The 4000 mph commute
Nobody likes waiting for public transport. In fact, according to researchers at the University of California Berkeley, delays are the most common cause of negative public travel experiences. A number of businesses have aimed to solve this problem, including car hailing firms and SpaceX. Late last year, a new player entered the game. . . say hello to Hyper Chariot, the Californian startup that wants to send passengers from Edinburgh to London in just eight minutes. Not only is the service ridiculously fast, but according to the company, it could be powered entirely by solar. Right now, you’d be forgiven for thinking this is an overly ambitious pipedream. But will Hyper Chariot be able to realise their vision, and how might their hypersonic tube disrupt public travel?
Super fast public transport
If Hyperloop’s blueprints are anything to go by, then Hyper Chariot’s plans suddenly seem quite plausible. But for obvious reasons, the team wants to separate themselves from Musk’s brainchild. The company states that, per mile, Hyper Chariot is $39m cheaper per mile than Hyperloop. Their system can also travel a maximum of 16,000 miles, in contrast to Hyperloop’s 600. The underlying tech behind Hyper Chariot is ET3 (evacuated tube transport technologies). Instead of travelling in large carriages, ticket holders will sit in autonomous, six seater pods. The pods will be able to change destination depending on passenger requirements, shooting through vacuumed concrete tube tunnels at 4000 mph. By installing solar panels on the outside of the tunnels, Hyper Chariot hopes to harness enough renewable energy to power the whole system. Looking forward, the company aims to set up a door to door service. So can this speedy, sustainable system really work? It all depends on development, and they have certainly given themselves plenty of time. The first proof of concept system, the Velocitator, is due for demonstration in 2021, with a fully operational network released in 2040.
How could Hyper Chariot disrupt transportation?
Assuming that the ambitious project comes to life, Hyper Chariot could eliminate some of the key complaints surrounding public transport networks, including delays and limited destinations. You’d expect premium travel to carry a premium price tag, but tickets for the Velocitator are now on sale for a reasonable $25. If that’s a reflection of future ticket prices, then consumers are certain to forego stuffy train journeys. Hyper Chariot’s pod system also offers more flexibility than incumbent options, as passengers aren’t limited to one destination. The fact that they’re emission free is an added bonus, attracting environmentally conscious investors and customers. On the one hand this sounds hugely positive. Commuters will be able to spend more time with their families or pursuing hobbies, face to face communication will become easier and travel will become cleaner. Other industries (particularly retail and logistics) could take advantage of the service too, by shipping products at a fraction of usual timeframes. On the other hand, this could be bad news for legacy transportation, as it might herald their eventual replacement. When it comes to existing industry trends, incredibly efficient public transportation methods will hammer yet another nail into car ownership’s coffin. By 2040, self driving cars should be well established – but could super fast networks like Hyper Chariot nip their adoption in the bud?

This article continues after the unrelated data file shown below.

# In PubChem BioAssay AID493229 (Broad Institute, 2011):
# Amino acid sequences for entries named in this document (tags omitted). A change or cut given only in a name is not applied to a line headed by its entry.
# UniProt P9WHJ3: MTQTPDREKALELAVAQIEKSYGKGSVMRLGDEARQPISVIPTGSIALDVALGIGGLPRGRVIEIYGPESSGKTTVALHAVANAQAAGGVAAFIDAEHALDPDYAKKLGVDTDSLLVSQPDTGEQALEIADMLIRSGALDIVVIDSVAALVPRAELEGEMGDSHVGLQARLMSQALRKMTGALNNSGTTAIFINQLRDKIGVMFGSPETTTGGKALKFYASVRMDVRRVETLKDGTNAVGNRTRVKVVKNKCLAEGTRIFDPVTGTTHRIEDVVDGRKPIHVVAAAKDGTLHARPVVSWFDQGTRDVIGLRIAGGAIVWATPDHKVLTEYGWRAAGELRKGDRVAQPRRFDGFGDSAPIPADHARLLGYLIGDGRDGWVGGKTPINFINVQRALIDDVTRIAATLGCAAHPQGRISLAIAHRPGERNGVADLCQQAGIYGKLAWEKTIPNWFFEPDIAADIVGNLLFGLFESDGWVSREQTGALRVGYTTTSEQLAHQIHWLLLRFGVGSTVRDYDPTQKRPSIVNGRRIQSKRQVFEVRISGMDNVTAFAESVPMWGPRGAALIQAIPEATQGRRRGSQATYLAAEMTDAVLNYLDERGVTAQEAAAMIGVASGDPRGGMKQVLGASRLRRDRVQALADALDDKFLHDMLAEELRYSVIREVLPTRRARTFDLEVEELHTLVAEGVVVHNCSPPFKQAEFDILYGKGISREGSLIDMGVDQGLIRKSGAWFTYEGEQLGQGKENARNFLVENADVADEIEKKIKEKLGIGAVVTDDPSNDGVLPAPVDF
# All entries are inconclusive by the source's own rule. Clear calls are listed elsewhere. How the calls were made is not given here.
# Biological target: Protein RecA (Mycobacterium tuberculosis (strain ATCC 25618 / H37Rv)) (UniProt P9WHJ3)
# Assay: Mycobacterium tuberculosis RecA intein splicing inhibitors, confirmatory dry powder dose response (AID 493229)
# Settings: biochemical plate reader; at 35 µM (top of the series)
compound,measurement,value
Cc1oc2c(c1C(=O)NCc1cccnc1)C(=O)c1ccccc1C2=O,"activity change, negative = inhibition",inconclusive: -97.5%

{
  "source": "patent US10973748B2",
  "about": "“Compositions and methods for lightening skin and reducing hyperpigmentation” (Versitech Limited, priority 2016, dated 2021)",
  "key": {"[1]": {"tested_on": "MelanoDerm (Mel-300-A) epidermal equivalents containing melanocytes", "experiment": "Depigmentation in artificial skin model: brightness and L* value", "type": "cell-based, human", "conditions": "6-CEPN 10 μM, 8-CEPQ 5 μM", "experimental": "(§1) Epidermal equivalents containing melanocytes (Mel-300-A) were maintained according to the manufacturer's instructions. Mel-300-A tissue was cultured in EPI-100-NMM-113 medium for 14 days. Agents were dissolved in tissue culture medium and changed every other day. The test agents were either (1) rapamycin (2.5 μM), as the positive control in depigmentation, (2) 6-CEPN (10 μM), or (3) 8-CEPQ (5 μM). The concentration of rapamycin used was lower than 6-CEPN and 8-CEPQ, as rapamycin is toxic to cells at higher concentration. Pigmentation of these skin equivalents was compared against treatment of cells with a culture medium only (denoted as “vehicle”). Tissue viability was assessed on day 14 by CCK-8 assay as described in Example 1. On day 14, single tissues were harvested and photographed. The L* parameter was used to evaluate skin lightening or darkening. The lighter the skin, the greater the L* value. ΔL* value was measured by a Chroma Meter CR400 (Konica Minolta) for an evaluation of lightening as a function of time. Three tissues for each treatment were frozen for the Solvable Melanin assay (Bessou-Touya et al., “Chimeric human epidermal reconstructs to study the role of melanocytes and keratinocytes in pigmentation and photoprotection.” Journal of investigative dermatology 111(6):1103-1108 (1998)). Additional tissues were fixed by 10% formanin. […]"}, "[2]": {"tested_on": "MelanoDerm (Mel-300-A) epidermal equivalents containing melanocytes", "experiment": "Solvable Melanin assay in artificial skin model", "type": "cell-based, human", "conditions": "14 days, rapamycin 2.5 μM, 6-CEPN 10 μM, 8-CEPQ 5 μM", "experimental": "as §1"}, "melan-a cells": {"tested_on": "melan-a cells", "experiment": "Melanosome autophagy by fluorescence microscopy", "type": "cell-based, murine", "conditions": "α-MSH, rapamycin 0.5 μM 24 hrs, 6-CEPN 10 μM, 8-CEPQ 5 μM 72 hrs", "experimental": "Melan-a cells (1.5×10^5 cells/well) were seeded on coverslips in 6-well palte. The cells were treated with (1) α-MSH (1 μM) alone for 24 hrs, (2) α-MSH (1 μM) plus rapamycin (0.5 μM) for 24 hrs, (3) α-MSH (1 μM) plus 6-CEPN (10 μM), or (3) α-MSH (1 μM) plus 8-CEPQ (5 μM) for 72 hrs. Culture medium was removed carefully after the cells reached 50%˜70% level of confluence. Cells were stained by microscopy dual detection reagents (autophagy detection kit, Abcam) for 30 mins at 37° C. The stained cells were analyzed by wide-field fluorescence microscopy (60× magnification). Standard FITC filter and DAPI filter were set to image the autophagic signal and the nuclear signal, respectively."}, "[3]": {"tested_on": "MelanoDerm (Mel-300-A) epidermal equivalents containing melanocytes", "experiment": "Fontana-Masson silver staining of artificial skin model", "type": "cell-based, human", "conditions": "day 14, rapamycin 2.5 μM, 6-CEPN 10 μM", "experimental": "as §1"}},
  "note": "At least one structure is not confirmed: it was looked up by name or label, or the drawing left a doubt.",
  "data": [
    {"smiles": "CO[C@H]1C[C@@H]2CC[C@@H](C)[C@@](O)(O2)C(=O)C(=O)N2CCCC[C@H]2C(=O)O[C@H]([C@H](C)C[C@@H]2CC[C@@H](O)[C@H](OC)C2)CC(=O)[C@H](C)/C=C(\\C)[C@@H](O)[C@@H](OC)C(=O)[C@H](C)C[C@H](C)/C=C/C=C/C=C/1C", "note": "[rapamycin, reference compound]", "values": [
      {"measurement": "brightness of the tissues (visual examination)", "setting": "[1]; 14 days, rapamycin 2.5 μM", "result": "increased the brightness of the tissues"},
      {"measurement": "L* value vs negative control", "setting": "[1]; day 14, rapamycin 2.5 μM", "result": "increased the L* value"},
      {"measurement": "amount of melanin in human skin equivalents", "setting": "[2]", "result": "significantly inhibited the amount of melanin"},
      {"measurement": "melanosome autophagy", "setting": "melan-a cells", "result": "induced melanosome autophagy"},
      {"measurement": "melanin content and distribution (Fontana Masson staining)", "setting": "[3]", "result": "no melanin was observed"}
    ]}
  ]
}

Hyper Chariot and similar modes of innovative transport are clearly a disruptive force that will shake the industry, leading to cheaper and quicker journeys, perhaps on an international scale. Throw reliable solar power in there, and you’ve got a very convincing candidate for the future of travel. By advertising an eight minute trip from one end of the UK to another, Hyper Chariot has demonstrated its global outlook. But in order to meet their high ambitions, the American startup needs to develop the best autonomous technology, complement existing infrastructures and convince passengers to quite literally jump on the bandwagon. If they can do all this, Hyper Chariot will shoot us into a 4000 mph future.
Is 2040 a realistic benchmark for Hyper Chariot’s first fully operational system? Could super fast public travel discourage AV sales? Will legacy travel methods be able to compete with innovative transportation? Comment below with your thoughts and opinions.